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|Where are the online courses? I expected more.||Sep 9th 2011, 00:24||2||2,121||on 16/9/11|
|Where are the online courses? I expected more.||ak4sr||on 9/9/11|
|Recently my local amateur radio club asked for volunteers to work a Saturday morning at the local EOC and cited a bunch of FEMA courses I would need to take before I could gain admittance to the facility. This also sparked an interest in finding out more about my local ARES organization and further training. I have on several occasions wanted to be more involved but have not found most of the ARES groups in the areas I have been in the past couple of years to be very forthcoming with training opportunities.
Naturally, I turned to the ARRL website and figured I would find a long list of available courses and/or self study materials. Imagine my surprise when all I could find were two online EmComm courses, neither of which is available until later this year.
It seems to me that ARRL is missing the online training boat entirely. Perhaps I can best explain where I am coming from best by saying I am both a classroom teacher and a specialist in e-learning. Some sort of random, but hopefully useful, comments on expectations and ideas applied to e-learning are:
- Online training should be available when the student is ready for it. In today's market if a student sees a course that is offered sometime in the future they will usually seek someone who is teaching something similar NOW.
- Online training should not be seen as a replacement for a physical classroom or lecture environment. The means of delivery online is entirely different than that conducted in a classroom. If you find you MUST have a live lecture, a dedicated instructor, and a specified time period to accommodate that instructor's schedule then you are not conducting online training - you simply brought your existing classroom online.
- Some activities you do in the classroom simply do not work online, and vice versa. If you find yourself trying to press-fit a text based curriculum into a hole it doesn't quite fit into in your online delivery system (Moodle) then you need to redesign the exercise. Don't keep trying to hammer it into the wrong hole. As consumers we CAN see when you have done this.
- Just as with classroom learning, students should be presented with a curriculum or a learning track. Learners want to know where they will end up once they complete a certain course of study. In other words, if a Ham wants to get involved in EmComm what classes should he take to start? To become an intermediate? To be an expert? I don't usually like to use this word, expert -- people who call themselves experts tend to know a lot less than they would have you believe. Or, what if one wants to specialize in antenna building and signal propagation? Personally I like homebrew and enjoy the projects in ARRL the most of all.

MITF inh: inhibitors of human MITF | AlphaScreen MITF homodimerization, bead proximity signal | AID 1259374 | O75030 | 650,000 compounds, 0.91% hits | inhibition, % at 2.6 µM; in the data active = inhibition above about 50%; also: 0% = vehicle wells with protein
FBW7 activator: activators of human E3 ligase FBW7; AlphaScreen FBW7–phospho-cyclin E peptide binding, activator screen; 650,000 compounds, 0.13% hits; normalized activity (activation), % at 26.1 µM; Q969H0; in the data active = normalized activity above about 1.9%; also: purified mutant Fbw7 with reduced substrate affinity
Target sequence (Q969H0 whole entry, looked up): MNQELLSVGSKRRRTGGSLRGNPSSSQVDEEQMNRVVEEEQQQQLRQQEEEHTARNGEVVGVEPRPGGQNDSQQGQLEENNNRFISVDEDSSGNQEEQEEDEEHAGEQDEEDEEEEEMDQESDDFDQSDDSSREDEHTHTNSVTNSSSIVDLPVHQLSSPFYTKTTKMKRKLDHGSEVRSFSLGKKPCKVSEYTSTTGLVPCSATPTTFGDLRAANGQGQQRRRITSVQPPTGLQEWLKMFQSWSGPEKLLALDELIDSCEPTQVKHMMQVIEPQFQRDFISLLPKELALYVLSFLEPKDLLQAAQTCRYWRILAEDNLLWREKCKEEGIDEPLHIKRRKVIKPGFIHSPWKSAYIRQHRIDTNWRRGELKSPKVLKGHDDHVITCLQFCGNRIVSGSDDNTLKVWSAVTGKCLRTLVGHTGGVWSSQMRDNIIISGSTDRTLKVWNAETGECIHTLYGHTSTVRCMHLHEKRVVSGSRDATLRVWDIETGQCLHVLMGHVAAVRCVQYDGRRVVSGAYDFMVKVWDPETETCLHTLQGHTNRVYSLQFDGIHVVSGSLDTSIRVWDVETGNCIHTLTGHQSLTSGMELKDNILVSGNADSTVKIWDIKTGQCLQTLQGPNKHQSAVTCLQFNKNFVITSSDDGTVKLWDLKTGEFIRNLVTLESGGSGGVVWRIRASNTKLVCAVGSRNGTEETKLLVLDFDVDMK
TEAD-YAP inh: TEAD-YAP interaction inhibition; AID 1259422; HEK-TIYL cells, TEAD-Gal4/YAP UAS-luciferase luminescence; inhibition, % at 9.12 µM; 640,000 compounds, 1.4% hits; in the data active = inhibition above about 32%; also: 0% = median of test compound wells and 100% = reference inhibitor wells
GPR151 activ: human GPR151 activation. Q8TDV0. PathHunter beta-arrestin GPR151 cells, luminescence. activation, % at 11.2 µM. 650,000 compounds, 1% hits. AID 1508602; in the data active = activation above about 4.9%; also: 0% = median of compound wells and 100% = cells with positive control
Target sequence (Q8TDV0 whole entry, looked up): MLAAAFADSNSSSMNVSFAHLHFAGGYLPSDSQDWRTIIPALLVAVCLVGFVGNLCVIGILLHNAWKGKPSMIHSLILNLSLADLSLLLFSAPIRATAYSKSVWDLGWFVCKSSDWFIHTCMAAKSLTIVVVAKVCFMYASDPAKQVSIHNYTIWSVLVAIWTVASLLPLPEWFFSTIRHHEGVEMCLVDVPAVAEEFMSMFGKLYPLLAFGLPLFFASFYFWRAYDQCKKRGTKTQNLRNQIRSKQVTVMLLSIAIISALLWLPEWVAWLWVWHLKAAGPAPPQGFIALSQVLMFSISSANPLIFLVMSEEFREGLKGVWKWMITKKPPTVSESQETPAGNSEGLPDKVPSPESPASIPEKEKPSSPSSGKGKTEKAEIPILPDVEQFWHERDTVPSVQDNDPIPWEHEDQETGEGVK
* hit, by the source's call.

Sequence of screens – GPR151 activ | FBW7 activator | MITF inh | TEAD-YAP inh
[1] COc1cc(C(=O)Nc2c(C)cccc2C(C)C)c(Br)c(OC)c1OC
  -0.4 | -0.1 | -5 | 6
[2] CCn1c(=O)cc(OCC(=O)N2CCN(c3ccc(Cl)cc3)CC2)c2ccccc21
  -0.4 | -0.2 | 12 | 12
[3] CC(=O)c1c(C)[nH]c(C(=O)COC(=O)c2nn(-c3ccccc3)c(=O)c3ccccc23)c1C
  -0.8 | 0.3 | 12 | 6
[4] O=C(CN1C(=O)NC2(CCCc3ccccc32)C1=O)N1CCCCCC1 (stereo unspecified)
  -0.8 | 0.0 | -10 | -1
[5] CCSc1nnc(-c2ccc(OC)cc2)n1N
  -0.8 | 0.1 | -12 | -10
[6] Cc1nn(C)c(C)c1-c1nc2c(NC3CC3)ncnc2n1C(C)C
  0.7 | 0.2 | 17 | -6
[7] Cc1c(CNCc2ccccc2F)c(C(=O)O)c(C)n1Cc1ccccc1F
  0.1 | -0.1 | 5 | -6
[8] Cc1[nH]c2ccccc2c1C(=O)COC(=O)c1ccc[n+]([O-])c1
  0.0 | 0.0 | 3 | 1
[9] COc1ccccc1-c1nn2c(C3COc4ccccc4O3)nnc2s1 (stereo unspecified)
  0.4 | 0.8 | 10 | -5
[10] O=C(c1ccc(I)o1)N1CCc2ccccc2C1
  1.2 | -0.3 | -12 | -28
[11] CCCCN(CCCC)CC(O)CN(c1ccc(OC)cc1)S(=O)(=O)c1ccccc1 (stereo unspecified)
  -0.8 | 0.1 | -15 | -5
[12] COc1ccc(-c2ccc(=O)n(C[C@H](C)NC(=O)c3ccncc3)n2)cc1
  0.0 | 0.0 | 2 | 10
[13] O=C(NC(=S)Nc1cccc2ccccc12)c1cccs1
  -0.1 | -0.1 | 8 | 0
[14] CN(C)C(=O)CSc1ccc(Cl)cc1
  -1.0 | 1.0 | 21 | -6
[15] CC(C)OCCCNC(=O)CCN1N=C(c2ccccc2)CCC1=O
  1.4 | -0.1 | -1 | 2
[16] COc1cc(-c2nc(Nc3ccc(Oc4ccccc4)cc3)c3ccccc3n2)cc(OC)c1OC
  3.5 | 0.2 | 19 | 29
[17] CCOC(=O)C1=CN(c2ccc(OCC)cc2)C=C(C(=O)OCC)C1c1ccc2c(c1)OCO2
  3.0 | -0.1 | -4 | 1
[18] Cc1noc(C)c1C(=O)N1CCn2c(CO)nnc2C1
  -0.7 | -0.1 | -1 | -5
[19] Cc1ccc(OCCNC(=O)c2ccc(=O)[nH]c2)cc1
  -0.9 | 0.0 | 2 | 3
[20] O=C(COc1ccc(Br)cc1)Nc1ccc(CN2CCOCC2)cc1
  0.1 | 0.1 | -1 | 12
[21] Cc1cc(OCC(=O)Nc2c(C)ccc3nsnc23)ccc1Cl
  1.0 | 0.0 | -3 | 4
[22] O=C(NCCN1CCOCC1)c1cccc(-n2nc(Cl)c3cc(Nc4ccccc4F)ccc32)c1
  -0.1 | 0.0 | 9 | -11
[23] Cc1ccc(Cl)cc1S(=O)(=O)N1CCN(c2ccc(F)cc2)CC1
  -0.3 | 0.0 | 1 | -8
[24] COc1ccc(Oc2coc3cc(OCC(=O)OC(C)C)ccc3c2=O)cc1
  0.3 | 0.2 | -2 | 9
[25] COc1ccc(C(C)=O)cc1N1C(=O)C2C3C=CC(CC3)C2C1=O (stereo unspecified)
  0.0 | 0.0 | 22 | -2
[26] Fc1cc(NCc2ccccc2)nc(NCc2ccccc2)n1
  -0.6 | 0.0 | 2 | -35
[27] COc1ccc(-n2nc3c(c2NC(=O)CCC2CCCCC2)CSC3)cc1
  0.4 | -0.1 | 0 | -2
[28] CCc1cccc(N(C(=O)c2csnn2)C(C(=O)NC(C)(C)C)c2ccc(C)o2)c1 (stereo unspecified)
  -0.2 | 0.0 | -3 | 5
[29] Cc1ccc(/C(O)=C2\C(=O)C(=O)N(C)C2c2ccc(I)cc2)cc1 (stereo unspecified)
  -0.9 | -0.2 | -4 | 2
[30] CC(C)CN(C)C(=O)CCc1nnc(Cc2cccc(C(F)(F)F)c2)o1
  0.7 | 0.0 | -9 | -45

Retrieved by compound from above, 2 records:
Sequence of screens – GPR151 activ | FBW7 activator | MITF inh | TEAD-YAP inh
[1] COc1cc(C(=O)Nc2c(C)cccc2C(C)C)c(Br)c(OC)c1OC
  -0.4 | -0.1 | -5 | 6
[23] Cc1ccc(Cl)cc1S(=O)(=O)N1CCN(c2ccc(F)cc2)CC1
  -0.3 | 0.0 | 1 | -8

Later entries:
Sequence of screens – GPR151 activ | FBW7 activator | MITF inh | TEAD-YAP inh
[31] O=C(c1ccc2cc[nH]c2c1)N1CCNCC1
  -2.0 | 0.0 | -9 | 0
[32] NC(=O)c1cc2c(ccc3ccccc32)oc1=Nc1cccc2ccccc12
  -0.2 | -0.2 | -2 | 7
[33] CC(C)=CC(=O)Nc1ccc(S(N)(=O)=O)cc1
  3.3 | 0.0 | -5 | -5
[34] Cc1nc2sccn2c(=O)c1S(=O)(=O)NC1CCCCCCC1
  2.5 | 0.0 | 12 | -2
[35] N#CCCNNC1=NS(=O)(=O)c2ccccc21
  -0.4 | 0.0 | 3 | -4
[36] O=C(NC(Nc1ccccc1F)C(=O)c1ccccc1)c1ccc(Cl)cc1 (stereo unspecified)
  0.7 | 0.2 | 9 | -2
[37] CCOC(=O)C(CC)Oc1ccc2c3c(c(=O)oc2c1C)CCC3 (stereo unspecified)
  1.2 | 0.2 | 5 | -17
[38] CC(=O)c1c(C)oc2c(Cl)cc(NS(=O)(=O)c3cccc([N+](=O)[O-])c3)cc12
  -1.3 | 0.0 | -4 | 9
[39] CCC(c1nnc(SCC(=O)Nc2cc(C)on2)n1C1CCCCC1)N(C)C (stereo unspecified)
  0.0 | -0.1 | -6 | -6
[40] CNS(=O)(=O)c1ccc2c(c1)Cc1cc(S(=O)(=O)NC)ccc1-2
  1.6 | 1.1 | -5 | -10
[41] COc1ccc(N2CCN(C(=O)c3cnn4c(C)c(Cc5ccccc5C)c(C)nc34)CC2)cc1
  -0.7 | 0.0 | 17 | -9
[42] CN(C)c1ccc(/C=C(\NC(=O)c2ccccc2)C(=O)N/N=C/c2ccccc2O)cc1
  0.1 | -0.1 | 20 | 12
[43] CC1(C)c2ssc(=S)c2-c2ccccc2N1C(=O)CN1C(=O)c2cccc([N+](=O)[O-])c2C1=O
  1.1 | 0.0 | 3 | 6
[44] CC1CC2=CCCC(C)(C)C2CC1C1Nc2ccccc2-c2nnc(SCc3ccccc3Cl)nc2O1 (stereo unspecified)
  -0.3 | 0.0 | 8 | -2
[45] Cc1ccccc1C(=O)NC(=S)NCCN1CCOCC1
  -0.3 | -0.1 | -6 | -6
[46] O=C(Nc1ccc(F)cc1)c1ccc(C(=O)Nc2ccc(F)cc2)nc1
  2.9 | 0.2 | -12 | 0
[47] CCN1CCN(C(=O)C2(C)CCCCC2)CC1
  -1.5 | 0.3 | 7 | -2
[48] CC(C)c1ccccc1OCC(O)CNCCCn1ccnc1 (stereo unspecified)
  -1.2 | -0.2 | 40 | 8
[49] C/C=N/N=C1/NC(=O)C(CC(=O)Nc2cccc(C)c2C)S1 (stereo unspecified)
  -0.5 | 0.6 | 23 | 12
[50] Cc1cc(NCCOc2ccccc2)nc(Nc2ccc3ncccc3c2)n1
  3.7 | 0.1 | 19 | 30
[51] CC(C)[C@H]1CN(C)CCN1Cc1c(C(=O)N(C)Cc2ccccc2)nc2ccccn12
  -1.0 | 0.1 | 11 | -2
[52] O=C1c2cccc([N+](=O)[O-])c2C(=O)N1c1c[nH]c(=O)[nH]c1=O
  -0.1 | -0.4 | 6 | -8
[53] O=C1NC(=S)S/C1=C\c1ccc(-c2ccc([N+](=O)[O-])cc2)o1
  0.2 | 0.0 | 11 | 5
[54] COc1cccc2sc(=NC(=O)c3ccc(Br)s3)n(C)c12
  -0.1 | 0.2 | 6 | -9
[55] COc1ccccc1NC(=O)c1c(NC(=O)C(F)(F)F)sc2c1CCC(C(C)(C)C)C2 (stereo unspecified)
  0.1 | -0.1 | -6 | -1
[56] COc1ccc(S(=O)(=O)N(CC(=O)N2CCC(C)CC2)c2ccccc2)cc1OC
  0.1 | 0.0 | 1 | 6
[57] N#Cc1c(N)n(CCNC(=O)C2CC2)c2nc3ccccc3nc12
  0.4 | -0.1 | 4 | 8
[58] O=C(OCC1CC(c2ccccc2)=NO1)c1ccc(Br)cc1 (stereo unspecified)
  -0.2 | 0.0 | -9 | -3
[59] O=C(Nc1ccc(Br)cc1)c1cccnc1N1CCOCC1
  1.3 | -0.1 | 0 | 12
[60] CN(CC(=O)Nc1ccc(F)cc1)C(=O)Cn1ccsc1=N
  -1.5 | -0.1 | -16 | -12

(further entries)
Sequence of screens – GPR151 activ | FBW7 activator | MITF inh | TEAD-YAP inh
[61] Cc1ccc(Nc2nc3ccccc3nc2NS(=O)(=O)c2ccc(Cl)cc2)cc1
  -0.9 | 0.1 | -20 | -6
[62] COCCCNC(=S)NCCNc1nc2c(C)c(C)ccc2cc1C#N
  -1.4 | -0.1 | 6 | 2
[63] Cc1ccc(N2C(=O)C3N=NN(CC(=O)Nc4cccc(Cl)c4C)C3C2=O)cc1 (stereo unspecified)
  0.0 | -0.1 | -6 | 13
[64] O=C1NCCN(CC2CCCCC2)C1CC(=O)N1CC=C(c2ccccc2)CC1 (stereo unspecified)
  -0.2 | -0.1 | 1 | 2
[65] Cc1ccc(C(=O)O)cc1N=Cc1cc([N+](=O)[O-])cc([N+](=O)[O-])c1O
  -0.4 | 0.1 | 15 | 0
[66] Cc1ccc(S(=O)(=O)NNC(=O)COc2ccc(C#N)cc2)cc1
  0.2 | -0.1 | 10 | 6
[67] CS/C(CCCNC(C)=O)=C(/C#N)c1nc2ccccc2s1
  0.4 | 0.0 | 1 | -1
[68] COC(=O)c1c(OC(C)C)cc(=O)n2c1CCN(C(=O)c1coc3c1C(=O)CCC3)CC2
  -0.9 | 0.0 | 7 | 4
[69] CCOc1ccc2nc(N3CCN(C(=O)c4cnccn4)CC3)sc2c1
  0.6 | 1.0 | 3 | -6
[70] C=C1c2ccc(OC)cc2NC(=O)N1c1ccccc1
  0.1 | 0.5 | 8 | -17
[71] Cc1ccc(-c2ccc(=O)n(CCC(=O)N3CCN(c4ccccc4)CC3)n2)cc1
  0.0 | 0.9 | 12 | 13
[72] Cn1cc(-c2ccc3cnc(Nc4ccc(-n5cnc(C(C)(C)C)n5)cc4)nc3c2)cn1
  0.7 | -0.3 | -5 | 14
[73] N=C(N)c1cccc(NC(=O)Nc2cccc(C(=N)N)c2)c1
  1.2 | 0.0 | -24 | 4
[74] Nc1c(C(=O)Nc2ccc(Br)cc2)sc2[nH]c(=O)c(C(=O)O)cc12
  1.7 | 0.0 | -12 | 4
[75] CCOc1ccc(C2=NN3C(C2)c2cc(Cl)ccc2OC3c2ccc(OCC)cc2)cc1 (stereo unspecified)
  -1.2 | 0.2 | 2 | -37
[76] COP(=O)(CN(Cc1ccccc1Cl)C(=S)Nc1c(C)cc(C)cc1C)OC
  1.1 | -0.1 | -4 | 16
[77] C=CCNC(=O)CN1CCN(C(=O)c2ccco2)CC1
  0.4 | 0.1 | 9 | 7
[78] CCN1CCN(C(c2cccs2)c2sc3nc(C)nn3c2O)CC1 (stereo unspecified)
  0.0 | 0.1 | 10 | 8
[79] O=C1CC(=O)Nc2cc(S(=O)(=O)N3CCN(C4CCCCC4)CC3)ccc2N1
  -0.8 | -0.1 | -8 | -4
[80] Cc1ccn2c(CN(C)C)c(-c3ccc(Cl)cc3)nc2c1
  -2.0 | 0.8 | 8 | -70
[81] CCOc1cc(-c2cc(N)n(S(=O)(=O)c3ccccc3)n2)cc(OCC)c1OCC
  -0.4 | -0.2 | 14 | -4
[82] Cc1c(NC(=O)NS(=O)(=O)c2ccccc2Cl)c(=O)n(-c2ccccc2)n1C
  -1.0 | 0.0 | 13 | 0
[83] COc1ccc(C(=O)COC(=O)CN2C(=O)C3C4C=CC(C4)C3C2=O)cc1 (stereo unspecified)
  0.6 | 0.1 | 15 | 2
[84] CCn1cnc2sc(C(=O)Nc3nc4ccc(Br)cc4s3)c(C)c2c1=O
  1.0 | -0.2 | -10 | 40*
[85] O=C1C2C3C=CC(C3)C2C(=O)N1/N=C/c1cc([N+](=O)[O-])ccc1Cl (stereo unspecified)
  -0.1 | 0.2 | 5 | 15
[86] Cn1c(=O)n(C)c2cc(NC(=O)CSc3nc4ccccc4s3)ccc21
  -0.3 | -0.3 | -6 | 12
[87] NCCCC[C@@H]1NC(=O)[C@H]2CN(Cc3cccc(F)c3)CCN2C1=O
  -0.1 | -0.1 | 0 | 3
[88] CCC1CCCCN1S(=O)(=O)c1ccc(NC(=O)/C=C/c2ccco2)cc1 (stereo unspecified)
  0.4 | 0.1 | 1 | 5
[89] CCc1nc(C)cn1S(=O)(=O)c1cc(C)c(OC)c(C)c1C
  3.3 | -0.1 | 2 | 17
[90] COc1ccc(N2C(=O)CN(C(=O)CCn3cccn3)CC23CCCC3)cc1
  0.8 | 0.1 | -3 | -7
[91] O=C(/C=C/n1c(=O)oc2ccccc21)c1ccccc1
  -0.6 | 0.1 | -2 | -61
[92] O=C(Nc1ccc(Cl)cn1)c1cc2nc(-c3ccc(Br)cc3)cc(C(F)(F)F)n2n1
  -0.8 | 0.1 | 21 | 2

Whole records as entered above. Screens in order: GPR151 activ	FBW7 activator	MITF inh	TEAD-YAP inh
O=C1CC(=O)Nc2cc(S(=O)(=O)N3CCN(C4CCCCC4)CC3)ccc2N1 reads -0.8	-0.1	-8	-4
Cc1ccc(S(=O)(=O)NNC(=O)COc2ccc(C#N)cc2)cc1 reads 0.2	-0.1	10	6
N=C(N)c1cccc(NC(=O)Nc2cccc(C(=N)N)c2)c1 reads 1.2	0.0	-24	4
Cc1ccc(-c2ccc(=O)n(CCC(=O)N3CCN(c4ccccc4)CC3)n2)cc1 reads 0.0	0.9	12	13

- People will pay a nominal fee for training they see as worthwhile. They will also complain loudly to everyone who will listen if they feel they haven't learned what they expected to.
- Once you begin offering e-learning you must dedicate resources to the curriculum and constantly develop it. Far too many course offerings on the web are on again - off again affairs that do not last. It simply takes more effort to offer online training than many people realize. If you do not already have an e-learning curriculum specialist then you need to hire one immediately.
- Learners DO expect to be given access to a mentor when taking an online class, but not necessarily to a dedicated instructor. Think "Elmer" not "Professor".
I realize ARRL's main focus is to be a very informative magazine for amateurs, and not to be an online training resource. I do think that the organization has a lot to offer if it does go into full scale e-learning, though. I would likely be in the front of that line.
I also think that if we are going to be able to recruit younger individuals to this hobby it is going to have to be on their terms. My daughters had been fairly cold to the idea of becoming hams. My oldest told me in no uncertain terms she saw it as a hobby of a bunch of fat old men. Once they started building things and experimenting with electronics it became "cool". I think the aha moment was when I showed them a software defined radio I had just finished and how it could interface with my computer and other devices. I think I sealed the deal when I pulled out my iPad and talked on the radio through it and then flipped over to another radio without missing a beat (okay I cheated, it was Echolink and not technically another radio).
Now that I think about it, my youngest daughter's aha moment was when she figured out that with a soldering iron and a few hours of her time she could build a device that would annoy her sister. To each their own, I guess.